Pinned toot

time :)

I'm Aria, I'm going to use this account for some of the writing I've been doing lately. I'm working on what I keep saying is a teen transgender urban fantasy.

I read a ton of science fiction, and have a complicated relationship with fantasy. I'm hoping I can build a world I like. Other people too, we'll see.

So who likes magic systems, video game references, ensemble casts, and thinks teenagers are actual people?

I have decided that all writing advice involving 'show not tell' is anti-helpful and entirely designed for literary fiction writers writing hyper-realistic stories, not genre of any sort and certainly not humorous narrative.

" One of the functions of art is to give people the words to know their own experience. There are always areas of vast silence in any culture, and part of an artist’s job is to go into those areas and come back from the silence with something to say. It’s one reason why we read poetry, because poets can give us the words we need. When we read good poetry, we often say, ‘Yeah, that’s it. That’s how I feel.’ "

— Ursula Le Guin

"I Sexually Identify As an Attack Helicopter" clarkesworldmagazine.com/fall_

This might be among the best stories I've read in a while. There are some seriously erudite bits buried in there. Just :chefkiss: delicious rebuttal to everything and a damn good story too.

I wrote a blog post about how I cputer, and where I am running in to limitations.

I'll update a few more times on this topic this month, and post some pictures. ajroach42.com/reaching-the-wor

Job interview pro tip: when the interviewer asks if you have any questions, ask what the company's five-year plan is. Where does the company want to be in five years?

The answer will tell you a *lot* about whether you want to work there.

I'm inordinately proud of the intro scene for my antagonist. (lachesis.netlify.com/untitled/)

The worldbuilding in this thing has taken so many turns from where I started. This story is weird, going to stay weird, and I've decided to just roll with it. Teenagers-with-powers superheroish A side vs magical but cyberpunk post-collapse dystopia B side. Two worlds collide.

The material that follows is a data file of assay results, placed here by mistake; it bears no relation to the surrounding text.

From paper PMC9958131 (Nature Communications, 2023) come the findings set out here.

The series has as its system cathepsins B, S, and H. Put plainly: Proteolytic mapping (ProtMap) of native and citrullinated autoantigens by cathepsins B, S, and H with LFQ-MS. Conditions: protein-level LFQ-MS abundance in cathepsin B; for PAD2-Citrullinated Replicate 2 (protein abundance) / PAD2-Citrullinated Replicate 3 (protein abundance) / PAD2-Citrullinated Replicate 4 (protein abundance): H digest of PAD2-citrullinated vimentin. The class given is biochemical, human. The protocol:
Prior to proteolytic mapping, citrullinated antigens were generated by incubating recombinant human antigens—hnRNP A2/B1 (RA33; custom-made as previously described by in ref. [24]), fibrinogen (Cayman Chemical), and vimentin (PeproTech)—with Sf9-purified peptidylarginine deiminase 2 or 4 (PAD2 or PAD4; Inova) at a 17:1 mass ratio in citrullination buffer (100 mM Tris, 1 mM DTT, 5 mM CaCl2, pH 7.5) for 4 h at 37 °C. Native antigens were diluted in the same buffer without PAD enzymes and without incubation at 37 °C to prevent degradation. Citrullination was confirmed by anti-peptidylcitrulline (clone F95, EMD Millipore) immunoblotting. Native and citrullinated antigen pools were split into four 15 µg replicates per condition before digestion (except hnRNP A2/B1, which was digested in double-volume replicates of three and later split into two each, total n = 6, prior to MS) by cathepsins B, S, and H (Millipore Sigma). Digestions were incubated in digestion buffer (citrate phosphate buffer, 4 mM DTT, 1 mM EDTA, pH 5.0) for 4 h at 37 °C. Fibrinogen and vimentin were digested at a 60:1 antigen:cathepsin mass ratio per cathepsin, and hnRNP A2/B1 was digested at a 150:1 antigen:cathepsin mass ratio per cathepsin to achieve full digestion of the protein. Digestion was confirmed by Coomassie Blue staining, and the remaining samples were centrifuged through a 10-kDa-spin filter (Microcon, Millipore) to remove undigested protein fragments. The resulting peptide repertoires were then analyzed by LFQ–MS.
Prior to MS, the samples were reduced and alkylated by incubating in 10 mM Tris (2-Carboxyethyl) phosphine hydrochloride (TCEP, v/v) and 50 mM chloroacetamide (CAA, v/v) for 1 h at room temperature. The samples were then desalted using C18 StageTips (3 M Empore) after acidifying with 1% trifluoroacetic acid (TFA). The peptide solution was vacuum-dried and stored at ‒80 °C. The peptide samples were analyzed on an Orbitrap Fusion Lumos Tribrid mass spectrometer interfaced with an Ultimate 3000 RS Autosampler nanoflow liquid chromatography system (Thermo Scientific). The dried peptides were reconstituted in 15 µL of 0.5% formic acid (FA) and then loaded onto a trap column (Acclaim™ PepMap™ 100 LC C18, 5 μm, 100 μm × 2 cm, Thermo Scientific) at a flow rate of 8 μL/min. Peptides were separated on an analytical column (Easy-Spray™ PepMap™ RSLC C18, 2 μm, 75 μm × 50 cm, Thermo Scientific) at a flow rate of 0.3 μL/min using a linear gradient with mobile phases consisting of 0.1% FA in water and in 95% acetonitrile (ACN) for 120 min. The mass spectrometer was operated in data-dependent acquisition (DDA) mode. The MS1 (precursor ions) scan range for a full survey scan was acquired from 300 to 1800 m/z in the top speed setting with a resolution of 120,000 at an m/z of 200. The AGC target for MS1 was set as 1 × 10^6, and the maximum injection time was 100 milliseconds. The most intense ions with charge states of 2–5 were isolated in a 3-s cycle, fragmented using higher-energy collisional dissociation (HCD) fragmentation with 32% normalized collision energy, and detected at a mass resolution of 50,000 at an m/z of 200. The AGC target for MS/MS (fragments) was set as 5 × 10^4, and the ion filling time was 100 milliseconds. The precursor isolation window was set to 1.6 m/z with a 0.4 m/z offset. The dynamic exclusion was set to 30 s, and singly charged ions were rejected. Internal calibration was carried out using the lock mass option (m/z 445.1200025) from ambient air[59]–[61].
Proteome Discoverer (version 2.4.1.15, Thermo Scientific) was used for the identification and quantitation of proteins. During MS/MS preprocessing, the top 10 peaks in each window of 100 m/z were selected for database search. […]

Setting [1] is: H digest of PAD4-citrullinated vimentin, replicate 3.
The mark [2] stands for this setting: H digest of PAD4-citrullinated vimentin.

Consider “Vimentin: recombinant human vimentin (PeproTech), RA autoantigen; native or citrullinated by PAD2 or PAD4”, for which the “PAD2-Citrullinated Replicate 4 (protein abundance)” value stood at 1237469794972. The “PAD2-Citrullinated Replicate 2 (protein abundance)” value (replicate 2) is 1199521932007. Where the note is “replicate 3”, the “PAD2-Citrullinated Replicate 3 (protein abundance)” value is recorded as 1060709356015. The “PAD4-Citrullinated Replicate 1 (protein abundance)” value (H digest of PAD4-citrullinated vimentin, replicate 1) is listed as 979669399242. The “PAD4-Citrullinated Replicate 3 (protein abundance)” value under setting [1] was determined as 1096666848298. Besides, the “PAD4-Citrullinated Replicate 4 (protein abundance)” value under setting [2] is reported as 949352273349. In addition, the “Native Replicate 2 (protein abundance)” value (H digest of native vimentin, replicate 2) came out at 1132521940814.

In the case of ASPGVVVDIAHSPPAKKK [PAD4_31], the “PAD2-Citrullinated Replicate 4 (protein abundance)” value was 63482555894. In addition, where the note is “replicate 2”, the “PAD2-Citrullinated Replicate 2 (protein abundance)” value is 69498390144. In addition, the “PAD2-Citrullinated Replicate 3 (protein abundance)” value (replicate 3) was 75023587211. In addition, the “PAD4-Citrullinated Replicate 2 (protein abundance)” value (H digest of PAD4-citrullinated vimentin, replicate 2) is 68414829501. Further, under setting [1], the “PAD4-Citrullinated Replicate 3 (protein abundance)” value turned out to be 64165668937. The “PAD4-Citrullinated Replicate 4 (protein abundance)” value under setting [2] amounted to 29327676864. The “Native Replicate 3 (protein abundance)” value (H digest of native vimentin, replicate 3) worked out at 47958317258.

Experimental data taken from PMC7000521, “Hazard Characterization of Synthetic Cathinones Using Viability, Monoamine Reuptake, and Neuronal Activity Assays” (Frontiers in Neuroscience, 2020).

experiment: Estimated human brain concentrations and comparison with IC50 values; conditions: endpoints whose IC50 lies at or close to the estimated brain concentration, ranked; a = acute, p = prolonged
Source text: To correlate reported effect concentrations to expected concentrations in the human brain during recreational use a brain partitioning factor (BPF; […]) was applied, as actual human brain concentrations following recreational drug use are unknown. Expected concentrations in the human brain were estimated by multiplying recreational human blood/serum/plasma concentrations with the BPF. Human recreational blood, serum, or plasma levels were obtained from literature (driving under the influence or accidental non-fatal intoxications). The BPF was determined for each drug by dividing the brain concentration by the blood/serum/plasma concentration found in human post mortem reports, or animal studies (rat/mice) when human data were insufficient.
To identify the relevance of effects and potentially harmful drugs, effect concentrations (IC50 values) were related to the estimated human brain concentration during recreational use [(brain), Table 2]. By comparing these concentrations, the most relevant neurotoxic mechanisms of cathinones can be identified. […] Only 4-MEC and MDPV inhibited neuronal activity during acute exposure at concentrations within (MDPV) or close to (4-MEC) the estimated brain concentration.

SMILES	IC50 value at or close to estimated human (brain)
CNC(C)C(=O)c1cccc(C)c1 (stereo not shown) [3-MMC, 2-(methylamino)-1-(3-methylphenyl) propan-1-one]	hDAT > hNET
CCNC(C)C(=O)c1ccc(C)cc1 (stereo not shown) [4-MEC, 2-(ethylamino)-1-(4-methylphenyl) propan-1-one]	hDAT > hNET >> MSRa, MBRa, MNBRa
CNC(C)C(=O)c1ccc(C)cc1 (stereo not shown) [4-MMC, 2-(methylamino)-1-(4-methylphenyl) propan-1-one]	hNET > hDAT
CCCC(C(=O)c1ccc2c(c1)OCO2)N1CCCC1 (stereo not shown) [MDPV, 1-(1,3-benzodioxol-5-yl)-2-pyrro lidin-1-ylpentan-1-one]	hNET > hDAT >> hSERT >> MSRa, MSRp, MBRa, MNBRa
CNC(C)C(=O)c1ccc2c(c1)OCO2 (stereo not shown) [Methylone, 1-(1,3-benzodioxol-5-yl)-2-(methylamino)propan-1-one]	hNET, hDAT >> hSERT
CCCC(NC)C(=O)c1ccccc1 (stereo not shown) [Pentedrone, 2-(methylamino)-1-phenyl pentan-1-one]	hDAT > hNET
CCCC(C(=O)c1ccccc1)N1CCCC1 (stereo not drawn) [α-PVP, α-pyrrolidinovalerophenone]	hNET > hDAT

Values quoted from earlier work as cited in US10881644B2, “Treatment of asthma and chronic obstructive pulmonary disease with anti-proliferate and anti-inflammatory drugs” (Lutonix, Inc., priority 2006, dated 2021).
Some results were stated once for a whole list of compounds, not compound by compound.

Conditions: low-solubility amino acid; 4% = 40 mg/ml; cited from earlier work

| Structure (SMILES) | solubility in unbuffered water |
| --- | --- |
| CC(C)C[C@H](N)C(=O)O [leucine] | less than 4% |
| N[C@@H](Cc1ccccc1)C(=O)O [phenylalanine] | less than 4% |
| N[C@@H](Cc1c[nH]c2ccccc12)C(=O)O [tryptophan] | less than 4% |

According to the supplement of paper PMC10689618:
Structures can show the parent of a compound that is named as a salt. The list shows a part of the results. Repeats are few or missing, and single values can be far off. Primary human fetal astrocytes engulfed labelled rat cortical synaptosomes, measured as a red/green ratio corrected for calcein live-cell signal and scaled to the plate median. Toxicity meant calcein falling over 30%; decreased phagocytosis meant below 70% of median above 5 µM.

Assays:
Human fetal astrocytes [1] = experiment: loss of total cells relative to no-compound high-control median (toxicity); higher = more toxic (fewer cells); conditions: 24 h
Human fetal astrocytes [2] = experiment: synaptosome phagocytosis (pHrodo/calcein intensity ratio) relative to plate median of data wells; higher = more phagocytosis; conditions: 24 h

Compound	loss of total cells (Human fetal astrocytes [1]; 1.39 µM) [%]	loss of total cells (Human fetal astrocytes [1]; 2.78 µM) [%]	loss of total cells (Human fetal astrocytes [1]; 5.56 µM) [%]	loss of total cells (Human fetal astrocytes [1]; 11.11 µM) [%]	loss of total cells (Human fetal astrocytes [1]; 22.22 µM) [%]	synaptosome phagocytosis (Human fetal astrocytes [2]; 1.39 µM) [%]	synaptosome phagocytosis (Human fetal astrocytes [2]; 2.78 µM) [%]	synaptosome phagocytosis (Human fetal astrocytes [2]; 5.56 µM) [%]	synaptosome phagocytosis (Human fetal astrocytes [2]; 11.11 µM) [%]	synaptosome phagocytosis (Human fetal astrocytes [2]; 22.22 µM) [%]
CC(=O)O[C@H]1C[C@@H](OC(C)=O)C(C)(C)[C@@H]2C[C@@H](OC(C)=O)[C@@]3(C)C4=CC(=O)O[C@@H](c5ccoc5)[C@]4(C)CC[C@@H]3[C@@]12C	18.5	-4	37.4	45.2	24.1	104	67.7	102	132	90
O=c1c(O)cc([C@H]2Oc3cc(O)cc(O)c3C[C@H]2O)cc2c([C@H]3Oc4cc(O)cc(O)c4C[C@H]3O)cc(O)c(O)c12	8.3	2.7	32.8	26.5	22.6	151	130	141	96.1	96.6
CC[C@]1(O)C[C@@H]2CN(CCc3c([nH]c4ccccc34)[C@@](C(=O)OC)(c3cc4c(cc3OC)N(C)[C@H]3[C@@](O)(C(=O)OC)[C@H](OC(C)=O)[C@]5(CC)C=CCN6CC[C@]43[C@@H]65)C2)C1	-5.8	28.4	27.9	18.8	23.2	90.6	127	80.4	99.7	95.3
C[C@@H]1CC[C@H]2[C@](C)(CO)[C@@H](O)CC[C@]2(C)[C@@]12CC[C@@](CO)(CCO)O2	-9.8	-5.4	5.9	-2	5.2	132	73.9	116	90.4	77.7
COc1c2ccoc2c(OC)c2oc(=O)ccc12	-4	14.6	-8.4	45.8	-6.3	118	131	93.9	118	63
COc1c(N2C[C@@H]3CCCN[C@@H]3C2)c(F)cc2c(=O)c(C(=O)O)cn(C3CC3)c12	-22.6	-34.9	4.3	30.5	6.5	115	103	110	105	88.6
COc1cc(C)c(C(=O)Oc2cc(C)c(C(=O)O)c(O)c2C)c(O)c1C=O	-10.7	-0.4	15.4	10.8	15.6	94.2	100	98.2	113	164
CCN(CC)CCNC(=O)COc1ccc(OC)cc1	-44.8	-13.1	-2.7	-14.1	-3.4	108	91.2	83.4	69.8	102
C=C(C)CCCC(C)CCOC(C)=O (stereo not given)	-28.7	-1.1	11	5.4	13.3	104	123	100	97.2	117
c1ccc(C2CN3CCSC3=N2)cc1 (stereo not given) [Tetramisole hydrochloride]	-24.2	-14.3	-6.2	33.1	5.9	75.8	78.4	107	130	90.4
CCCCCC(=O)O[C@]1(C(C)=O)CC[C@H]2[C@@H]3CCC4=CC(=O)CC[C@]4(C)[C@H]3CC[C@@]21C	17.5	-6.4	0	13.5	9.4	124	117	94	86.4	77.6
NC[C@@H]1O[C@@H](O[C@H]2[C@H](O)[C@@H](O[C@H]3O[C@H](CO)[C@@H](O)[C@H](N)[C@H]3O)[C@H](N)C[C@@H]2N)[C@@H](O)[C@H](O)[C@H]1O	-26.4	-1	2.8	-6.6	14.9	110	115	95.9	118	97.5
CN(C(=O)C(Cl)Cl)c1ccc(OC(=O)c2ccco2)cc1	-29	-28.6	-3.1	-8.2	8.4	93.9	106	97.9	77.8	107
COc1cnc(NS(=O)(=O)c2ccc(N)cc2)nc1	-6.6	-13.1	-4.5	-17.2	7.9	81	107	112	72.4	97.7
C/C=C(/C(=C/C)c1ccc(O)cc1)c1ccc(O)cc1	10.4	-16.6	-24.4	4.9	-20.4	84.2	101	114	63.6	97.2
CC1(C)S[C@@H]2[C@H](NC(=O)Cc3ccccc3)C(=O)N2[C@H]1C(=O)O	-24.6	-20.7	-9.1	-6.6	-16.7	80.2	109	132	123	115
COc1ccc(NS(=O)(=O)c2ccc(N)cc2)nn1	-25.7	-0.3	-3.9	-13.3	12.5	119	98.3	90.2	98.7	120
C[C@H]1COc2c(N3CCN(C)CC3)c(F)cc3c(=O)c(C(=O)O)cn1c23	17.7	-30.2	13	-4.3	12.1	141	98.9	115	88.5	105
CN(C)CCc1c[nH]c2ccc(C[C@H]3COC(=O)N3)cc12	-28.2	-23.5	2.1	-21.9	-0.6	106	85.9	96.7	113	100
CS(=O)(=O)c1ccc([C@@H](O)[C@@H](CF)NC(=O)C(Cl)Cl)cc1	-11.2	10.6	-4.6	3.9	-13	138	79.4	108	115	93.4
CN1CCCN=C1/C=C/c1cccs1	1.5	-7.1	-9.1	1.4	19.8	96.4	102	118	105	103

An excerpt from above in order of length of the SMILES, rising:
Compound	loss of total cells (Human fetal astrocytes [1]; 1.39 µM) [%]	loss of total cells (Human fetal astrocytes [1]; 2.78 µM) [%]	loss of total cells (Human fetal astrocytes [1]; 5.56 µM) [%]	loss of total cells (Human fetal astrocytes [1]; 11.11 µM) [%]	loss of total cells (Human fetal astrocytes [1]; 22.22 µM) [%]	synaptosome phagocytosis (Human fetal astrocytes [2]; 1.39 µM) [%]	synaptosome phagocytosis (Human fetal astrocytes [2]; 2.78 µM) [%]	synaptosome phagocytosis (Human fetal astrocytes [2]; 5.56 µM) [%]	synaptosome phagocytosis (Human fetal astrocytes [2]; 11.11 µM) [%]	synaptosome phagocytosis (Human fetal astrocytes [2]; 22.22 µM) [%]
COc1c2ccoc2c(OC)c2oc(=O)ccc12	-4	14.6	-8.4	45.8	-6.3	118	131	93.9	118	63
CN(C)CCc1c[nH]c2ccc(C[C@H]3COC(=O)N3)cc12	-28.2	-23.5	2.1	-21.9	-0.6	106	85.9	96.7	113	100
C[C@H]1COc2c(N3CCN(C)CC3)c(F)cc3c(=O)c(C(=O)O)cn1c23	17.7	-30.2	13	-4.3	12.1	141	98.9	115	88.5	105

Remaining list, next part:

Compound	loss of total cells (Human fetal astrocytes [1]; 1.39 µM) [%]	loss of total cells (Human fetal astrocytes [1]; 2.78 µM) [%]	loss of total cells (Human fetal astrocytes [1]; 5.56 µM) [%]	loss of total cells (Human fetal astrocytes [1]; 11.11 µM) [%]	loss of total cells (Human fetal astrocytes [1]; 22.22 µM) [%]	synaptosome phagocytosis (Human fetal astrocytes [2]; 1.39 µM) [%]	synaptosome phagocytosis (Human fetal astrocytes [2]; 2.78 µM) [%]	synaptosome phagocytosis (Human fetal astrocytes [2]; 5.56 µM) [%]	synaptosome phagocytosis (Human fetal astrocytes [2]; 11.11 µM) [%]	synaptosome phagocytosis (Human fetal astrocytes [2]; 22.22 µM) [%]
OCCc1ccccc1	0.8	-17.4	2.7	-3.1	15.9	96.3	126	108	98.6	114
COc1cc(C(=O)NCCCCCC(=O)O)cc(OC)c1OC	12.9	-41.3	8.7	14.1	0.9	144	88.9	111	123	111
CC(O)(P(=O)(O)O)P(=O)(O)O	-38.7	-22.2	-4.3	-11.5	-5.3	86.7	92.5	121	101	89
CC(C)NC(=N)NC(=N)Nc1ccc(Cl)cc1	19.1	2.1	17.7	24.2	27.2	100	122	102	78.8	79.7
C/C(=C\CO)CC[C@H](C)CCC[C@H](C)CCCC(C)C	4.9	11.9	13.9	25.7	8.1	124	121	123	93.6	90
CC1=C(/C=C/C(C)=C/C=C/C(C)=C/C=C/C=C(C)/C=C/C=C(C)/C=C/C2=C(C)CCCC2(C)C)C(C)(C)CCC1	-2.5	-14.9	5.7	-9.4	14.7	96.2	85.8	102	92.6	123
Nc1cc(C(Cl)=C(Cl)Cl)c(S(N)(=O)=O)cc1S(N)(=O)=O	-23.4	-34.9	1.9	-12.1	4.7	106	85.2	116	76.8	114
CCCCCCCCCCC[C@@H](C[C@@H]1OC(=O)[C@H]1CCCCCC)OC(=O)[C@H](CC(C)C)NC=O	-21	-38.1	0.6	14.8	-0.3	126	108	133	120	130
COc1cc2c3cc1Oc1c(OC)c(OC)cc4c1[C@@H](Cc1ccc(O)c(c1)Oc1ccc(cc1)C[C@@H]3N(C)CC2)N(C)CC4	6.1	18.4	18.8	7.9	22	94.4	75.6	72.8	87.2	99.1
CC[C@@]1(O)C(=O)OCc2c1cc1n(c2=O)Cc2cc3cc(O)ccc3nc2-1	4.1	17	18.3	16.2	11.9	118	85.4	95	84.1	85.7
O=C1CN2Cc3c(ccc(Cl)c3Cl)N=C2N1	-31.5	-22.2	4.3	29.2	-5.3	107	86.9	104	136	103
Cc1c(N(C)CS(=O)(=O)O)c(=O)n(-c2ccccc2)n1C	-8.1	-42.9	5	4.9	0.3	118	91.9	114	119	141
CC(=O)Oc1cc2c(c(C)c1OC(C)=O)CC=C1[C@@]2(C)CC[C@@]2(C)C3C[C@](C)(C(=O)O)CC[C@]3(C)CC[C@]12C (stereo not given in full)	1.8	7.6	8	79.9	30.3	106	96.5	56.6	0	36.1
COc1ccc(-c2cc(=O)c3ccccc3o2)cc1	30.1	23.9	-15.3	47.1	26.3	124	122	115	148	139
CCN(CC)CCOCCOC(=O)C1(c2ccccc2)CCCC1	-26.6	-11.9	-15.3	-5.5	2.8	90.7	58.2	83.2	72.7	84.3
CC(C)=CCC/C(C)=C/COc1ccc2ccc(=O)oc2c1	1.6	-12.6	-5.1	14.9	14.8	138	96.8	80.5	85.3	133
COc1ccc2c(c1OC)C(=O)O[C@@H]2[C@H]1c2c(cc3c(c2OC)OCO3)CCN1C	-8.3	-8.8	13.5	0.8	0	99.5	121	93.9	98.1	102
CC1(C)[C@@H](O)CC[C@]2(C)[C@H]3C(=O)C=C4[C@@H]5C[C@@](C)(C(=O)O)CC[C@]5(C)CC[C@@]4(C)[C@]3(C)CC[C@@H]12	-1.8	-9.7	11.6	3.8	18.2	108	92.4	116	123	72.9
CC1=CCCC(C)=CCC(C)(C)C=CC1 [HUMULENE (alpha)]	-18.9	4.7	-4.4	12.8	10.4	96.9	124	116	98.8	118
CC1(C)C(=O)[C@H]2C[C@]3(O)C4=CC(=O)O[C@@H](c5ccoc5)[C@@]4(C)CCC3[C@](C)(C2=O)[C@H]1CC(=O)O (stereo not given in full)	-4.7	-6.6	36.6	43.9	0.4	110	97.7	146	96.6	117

What would your character give up to to try for freedom?

Steven Universe is super even-handed about doing this to every character who appears regularly, but even so there's some who persistently have storylines around how they don't fit in.

Amethyst. Peridot. Lars. Pink. It's one of the themes of the show to a huge degree.

But interestingly, these groups don't overlap very much. Arguably Steven is in multiple, but mostly the groups are discrete.

Buffy is interesting in that there aren't a lot of separate groups until S4. It's always the Scoobies vs the current Big Bad.

But in a given season, I bet seeing who is 'in' and who is not fitting in would show a lot of the structure of the show.

I wonder what other stories would yield insights when analyzed this way.

And Alison is sometimes too much of a neutral point of view, I find. So I need to find where she has conflict and show it. Turns out she _wants_ to be part of the martial arts crew and have a home in the dojo. A home that feels like a home at all would be amazing but she's not finding it there. It's too complicated, the friendships and camraderie. There's her conflict.

But she's a bilingual witch with a temper. She's _not like_ the others, and until someone changes, she won't fit. That's a story. Someone changing.

In this case the nerds grow up some and Michele softens some and they realize they have a mutual antagonist. Oh hey. PLOT.

Going back to the story I'm writing though I'm using it to find characters that need more aspects to them, or the natural alliances with an interesting story.

The comic book reading game-playing nerd crew are the heart of the story, but Michele doesn't fit with them despite being maybe the most ubernerd of the bunch.

And so too, the sheer amount of conflict within the First Order/Empire in Star Wars always seemed like an unacknowledged weakness. It wasn't usually the rebels being amazing that won the day, it was the conflict within the Empire. Just look at that backstabbing!

But some of the classic Star Wars characterizations show here. Han is ill at ease in the rebel base. C3PO is not at home on a desert outworld. Rey is. Finn and Rose's stories are both of not just conflict with but active rejection of the group they were a part of.

Luke's arc is one of finding and then turning away from a group.

Some of this is very satisfying, and the places I find it not so are the places it should have been done more.

One thing it doesn't capture is inter-GROUP conflict. I wonder if there's a way to do so.

Here's a Star Wars version.

Note how Maz and Leia don't have conflict with the nature of the groups they're in. They only have conflict with other groups.

Some of this exploits the very structure of story — if the characters and groups don't overlap, you have vignettes, or separate stories.

If there's nobody who is ill at ease where they are, there's no conflict and no story at all, just a bunch of characters hanging out.

So I just came up with this interesting way to approach story characterization that I'd never seen before. Sort of a way to visualize potential for conflict within and across groups, and at the same time can function both as a character balancing and story balancing tool.

So instead we have cocksure heroes, a predictable 11th hour, and a predictable but late win but no actual consequences from the characters for their success.

Meh.

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